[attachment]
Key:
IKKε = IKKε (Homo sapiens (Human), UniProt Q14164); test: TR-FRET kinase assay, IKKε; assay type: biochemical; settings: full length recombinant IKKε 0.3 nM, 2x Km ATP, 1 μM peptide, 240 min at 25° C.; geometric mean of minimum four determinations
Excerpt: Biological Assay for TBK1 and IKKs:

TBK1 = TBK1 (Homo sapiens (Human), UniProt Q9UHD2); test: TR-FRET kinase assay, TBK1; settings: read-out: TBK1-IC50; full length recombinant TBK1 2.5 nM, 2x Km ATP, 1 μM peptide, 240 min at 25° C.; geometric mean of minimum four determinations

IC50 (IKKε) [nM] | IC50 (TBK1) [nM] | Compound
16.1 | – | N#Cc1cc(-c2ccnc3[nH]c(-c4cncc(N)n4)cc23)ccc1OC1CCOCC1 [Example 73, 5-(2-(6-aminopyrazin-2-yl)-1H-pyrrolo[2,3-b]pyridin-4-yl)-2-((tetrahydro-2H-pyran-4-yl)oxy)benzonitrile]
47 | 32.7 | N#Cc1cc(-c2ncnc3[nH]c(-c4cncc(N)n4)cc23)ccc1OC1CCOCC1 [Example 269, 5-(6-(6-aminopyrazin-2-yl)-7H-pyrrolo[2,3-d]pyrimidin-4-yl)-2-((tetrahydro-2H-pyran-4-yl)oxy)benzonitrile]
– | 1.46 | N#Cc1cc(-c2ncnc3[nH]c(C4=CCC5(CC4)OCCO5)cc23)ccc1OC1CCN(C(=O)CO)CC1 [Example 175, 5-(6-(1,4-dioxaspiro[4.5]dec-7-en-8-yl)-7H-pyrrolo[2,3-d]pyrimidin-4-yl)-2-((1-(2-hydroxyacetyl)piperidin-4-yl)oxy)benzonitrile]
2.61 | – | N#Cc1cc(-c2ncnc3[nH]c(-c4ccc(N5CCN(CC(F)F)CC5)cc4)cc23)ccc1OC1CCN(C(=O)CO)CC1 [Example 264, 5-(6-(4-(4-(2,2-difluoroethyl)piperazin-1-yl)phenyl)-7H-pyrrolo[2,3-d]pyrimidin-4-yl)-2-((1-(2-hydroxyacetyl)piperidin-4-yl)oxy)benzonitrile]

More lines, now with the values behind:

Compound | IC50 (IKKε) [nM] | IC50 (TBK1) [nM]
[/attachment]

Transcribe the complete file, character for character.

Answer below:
Key:
IKKε = IKKε (Homo sapiens (Human), UniProt Q14164); test: TR-FRET kinase assay, IKKε; assay type: biochemical; settings: full length recombinant IKKε 0.3 nM, 2x Km ATP, 1 μM peptide, 240 min at 25° C.; geometric mean of minimum four determinations
Excerpt: Biological Assay for TBK1 and IKKs:

TBK1 = TBK1 (Homo sapiens (Human), UniProt Q9UHD2); test: TR-FRET kinase assay, TBK1; settings: read-out: TBK1-IC50; full length recombinant TBK1 2.5 nM, 2x Km ATP, 1 μM peptide, 240 min at 25° C.; geometric mean of minimum four determinations

IC50 (IKKε) [nM] | IC50 (TBK1) [nM] | Compound
16.1 | – | N#Cc1cc(-c2ccnc3[nH]c(-c4cncc(N)n4)cc23)ccc1OC1CCOCC1 [Example 73, 5-(2-(6-aminopyrazin-2-yl)-1H-pyrrolo[2,3-b]pyridin-4-yl)-2-((tetrahydro-2H-pyran-4-yl)oxy)benzonitrile]
47 | 32.7 | N#Cc1cc(-c2ncnc3[nH]c(-c4cncc(N)n4)cc23)ccc1OC1CCOCC1 [Example 269, 5-(6-(6-aminopyrazin-2-yl)-7H-pyrrolo[2,3-d]pyrimidin-4-yl)-2-((tetrahydro-2H-pyran-4-yl)oxy)benzonitrile]
– | 1.46 | N#Cc1cc(-c2ncnc3[nH]c(C4=CCC5(CC4)OCCO5)cc23)ccc1OC1CCN(C(=O)CO)CC1 [Example 175, 5-(6-(1,4-dioxaspiro[4.5]dec-7-en-8-yl)-7H-pyrrolo[2,3-d]pyrimidin-4-yl)-2-((1-(2-hydroxyacetyl)piperidin-4-yl)oxy)benzonitrile]
2.61 | – | N#Cc1cc(-c2ncnc3[nH]c(-c4ccc(N5CCN(CC(F)F)CC5)cc4)cc23)ccc1OC1CCN(C(=O)CO)CC1 [Example 264, 5-(6-(4-(4-(2,2-difluoroethyl)piperazin-1-yl)phenyl)-7H-pyrrolo[2,3-d]pyrimidin-4-yl)-2-((1-(2-hydroxyacetyl)piperidin-4-yl)oxy)benzonitrile]

More lines, now with the values behind:

Compound | IC50 (IKKε) [nM] | IC50 (TBK1) [nM]